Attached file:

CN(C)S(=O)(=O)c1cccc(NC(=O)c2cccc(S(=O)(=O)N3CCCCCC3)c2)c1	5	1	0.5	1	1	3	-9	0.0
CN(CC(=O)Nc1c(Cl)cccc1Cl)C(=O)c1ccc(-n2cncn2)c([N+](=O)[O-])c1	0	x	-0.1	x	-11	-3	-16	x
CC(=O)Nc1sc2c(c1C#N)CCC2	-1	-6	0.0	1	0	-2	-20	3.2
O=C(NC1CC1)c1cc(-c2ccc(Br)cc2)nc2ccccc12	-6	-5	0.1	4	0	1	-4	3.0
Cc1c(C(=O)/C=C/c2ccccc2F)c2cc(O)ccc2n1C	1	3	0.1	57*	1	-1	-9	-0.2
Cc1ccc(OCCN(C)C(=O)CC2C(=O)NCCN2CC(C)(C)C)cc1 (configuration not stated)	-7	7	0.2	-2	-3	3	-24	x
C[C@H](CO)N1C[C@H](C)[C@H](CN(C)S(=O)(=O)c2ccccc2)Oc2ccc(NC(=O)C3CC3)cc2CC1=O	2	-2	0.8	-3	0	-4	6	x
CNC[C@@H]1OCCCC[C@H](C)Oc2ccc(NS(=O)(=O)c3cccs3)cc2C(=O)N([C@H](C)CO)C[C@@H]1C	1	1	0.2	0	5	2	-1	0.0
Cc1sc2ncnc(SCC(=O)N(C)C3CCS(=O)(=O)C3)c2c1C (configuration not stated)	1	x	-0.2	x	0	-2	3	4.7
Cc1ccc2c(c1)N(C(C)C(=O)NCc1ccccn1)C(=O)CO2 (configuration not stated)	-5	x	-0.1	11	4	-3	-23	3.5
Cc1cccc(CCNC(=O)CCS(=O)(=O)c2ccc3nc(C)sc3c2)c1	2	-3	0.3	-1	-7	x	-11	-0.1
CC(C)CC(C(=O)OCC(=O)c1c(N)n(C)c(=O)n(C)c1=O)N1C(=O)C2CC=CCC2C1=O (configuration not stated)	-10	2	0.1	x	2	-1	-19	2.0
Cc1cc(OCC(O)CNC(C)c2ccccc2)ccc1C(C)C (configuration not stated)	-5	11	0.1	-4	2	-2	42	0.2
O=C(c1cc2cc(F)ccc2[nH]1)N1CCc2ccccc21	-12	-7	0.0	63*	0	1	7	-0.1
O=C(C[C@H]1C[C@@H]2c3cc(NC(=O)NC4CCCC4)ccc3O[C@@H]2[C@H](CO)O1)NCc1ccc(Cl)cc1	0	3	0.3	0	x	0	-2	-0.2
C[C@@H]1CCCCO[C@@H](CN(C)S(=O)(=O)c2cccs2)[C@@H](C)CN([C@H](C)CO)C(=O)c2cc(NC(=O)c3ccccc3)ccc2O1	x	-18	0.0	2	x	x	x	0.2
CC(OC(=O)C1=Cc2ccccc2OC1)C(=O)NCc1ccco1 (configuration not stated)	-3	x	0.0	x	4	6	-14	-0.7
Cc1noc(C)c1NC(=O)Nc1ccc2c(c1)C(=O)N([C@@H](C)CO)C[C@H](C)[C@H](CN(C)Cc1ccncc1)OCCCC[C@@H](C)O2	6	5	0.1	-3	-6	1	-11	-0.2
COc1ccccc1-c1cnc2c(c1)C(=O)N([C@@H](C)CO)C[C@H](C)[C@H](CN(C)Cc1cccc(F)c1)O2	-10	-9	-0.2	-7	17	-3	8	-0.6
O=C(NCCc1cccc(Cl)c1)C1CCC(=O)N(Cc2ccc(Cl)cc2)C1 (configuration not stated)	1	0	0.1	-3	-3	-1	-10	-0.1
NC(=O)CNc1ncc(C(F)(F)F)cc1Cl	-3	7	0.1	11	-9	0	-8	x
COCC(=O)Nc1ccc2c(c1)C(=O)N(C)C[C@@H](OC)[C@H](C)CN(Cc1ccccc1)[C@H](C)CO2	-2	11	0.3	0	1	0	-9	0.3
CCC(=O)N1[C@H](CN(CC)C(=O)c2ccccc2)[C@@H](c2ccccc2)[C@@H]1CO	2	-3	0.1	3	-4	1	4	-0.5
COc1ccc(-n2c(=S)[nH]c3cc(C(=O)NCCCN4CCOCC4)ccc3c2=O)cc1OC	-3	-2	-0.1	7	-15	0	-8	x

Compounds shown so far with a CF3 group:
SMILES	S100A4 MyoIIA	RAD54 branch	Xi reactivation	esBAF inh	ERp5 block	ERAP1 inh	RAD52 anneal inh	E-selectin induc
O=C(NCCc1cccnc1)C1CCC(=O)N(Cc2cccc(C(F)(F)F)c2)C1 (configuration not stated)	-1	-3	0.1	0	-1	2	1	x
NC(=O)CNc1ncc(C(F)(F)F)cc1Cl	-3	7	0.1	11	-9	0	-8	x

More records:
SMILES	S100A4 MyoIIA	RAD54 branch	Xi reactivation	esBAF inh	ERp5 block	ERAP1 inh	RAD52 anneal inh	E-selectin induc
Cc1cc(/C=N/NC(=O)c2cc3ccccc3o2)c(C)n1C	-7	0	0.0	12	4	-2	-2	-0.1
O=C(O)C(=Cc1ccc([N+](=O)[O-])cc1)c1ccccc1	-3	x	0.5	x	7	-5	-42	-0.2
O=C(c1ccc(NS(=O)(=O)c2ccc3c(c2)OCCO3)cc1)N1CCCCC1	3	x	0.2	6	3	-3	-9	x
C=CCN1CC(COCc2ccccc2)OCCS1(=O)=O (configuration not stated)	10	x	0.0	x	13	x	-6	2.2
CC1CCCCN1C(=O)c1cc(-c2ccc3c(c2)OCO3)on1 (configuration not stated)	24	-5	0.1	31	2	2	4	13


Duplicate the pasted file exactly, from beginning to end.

CN(C)S(=O)(=O)c1cccc(NC(=O)c2cccc(S(=O)(=O)N3CCCCCC3)c2)c1	5	1	0.5	1	1	3	-9	0.0
CN(CC(=O)Nc1c(Cl)cccc1Cl)C(=O)c1ccc(-n2cncn2)c([N+](=O)[O-])c1	0	x	-0.1	x	-11	-3	-16	x
CC(=O)Nc1sc2c(c1C#N)CCC2	-1	-6	0.0	1	0	-2	-20	3.2
O=C(NC1CC1)c1cc(-c2ccc(Br)cc2)nc2ccccc12	-6	-5	0.1	4	0	1	-4	3.0
Cc1c(C(=O)/C=C/c2ccccc2F)c2cc(O)ccc2n1C	1	3	0.1	57*	1	-1	-9	-0.2
Cc1ccc(OCCN(C)C(=O)CC2C(=O)NCCN2CC(C)(C)C)cc1 (configuration not stated)	-7	7	0.2	-2	-3	3	-24	x
C[C@H](CO)N1C[C@H](C)[C@H](CN(C)S(=O)(=O)c2ccccc2)Oc2ccc(NC(=O)C3CC3)cc2CC1=O	2	-2	0.8	-3	0	-4	6	x
CNC[C@@H]1OCCCC[C@H](C)Oc2ccc(NS(=O)(=O)c3cccs3)cc2C(=O)N([C@H](C)CO)C[C@@H]1C	1	1	0.2	0	5	2	-1	0.0
Cc1sc2ncnc(SCC(=O)N(C)C3CCS(=O)(=O)C3)c2c1C (configuration not stated)	1	x	-0.2	x	0	-2	3	4.7
Cc1ccc2c(c1)N(C(C)C(=O)NCc1ccccn1)C(=O)CO2 (configuration not stated)	-5	x	-0.1	11	4	-3	-23	3.5
Cc1cccc(CCNC(=O)CCS(=O)(=O)c2ccc3nc(C)sc3c2)c1	2	-3	0.3	-1	-7	x	-11	-0.1
CC(C)CC(C(=O)OCC(=O)c1c(N)n(C)c(=O)n(C)c1=O)N1C(=O)C2CC=CCC2C1=O (configuration not stated)	-10	2	0.1	x	2	-1	-19	2.0
Cc1cc(OCC(O)CNC(C)c2ccccc2)ccc1C(C)C (configuration not stated)	-5	11	0.1	-4	2	-2	42	0.2
O=C(c1cc2cc(F)ccc2[nH]1)N1CCc2ccccc21	-12	-7	0.0	63*	0	1	7	-0.1
O=C(C[C@H]1C[C@@H]2c3cc(NC(=O)NC4CCCC4)ccc3O[C@@H]2[C@H](CO)O1)NCc1ccc(Cl)cc1	0	3	0.3	0	x	0	-2	-0.2
C[C@@H]1CCCCO[C@@H](CN(C)S(=O)(=O)c2cccs2)[C@@H](C)CN([C@H](C)CO)C(=O)c2cc(NC(=O)c3ccccc3)ccc2O1	x	-18	0.0	2	x	x	x	0.2
CC(OC(=O)C1=Cc2ccccc2OC1)C(=O)NCc1ccco1 (configuration not stated)	-3	x	0.0	x	4	6	-14	-0.7
Cc1noc(C)c1NC(=O)Nc1ccc2c(c1)C(=O)N([C@@H](C)CO)C[C@H](C)[C@H](CN(C)Cc1ccncc1)OCCCC[C@@H](C)O2	6	5	0.1	-3	-6	1	-11	-0.2
COc1ccccc1-c1cnc2c(c1)C(=O)N([C@@H](C)CO)C[C@H](C)[C@H](CN(C)Cc1cccc(F)c1)O2	-10	-9	-0.2	-7	17	-3	8	-0.6
O=C(NCCc1cccc(Cl)c1)C1CCC(=O)N(Cc2ccc(Cl)cc2)C1 (configuration not stated)	1	0	0.1	-3	-3	-1	-10	-0.1
NC(=O)CNc1ncc(C(F)(F)F)cc1Cl	-3	7	0.1	11	-9	0	-8	x
COCC(=O)Nc1ccc2c(c1)C(=O)N(C)C[C@@H](OC)[C@H](C)CN(Cc1ccccc1)[C@H](C)CO2	-2	11	0.3	0	1	0	-9	0.3
CCC(=O)N1[C@H](CN(CC)C(=O)c2ccccc2)[C@@H](c2ccccc2)[C@@H]1CO	2	-3	0.1	3	-4	1	4	-0.5
COc1ccc(-n2c(=S)[nH]c3cc(C(=O)NCCCN4CCOCC4)ccc3c2=O)cc1OC	-3	-2	-0.1	7	-15	0	-8	x

Compounds shown so far with a CF3 group:
SMILES	S100A4 MyoIIA	RAD54 branch	Xi reactivation	esBAF inh	ERp5 block	ERAP1 inh	RAD52 anneal inh	E-selectin induc
O=C(NCCc1cccnc1)C1CCC(=O)N(Cc2cccc(C(F)(F)F)c2)C1 (configuration not stated)	-1	-3	0.1	0	-1	2	1	x
NC(=O)CNc1ncc(C(F)(F)F)cc1Cl	-3	7	0.1	11	-9	0	-8	x

More records:
SMILES	S100A4 MyoIIA	RAD54 branch	Xi reactivation	esBAF inh	ERp5 block	ERAP1 inh	RAD52 anneal inh	E-selectin induc
Cc1cc(/C=N/NC(=O)c2cc3ccccc3o2)c(C)n1C	-7	0	0.0	12	4	-2	-2	-0.1
O=C(O)C(=Cc1ccc([N+](=O)[O-])cc1)c1ccccc1	-3	x	0.5	x	7	-5	-42	-0.2
O=C(c1ccc(NS(=O)(=O)c2ccc3c(c2)OCCO3)cc1)N1CCCCC1	3	x	0.2	6	3	-3	-9	x
C=CCN1CC(COCc2ccccc2)OCCS1(=O)=O (configuration not stated)	10	x	0.0	x	13	x	-6	2.2
CC1CCCCN1C(=O)c1cc(-c2ccc3c(c2)OCO3)on1 (configuration not stated)	24	-5	0.1	31	2	2	4	13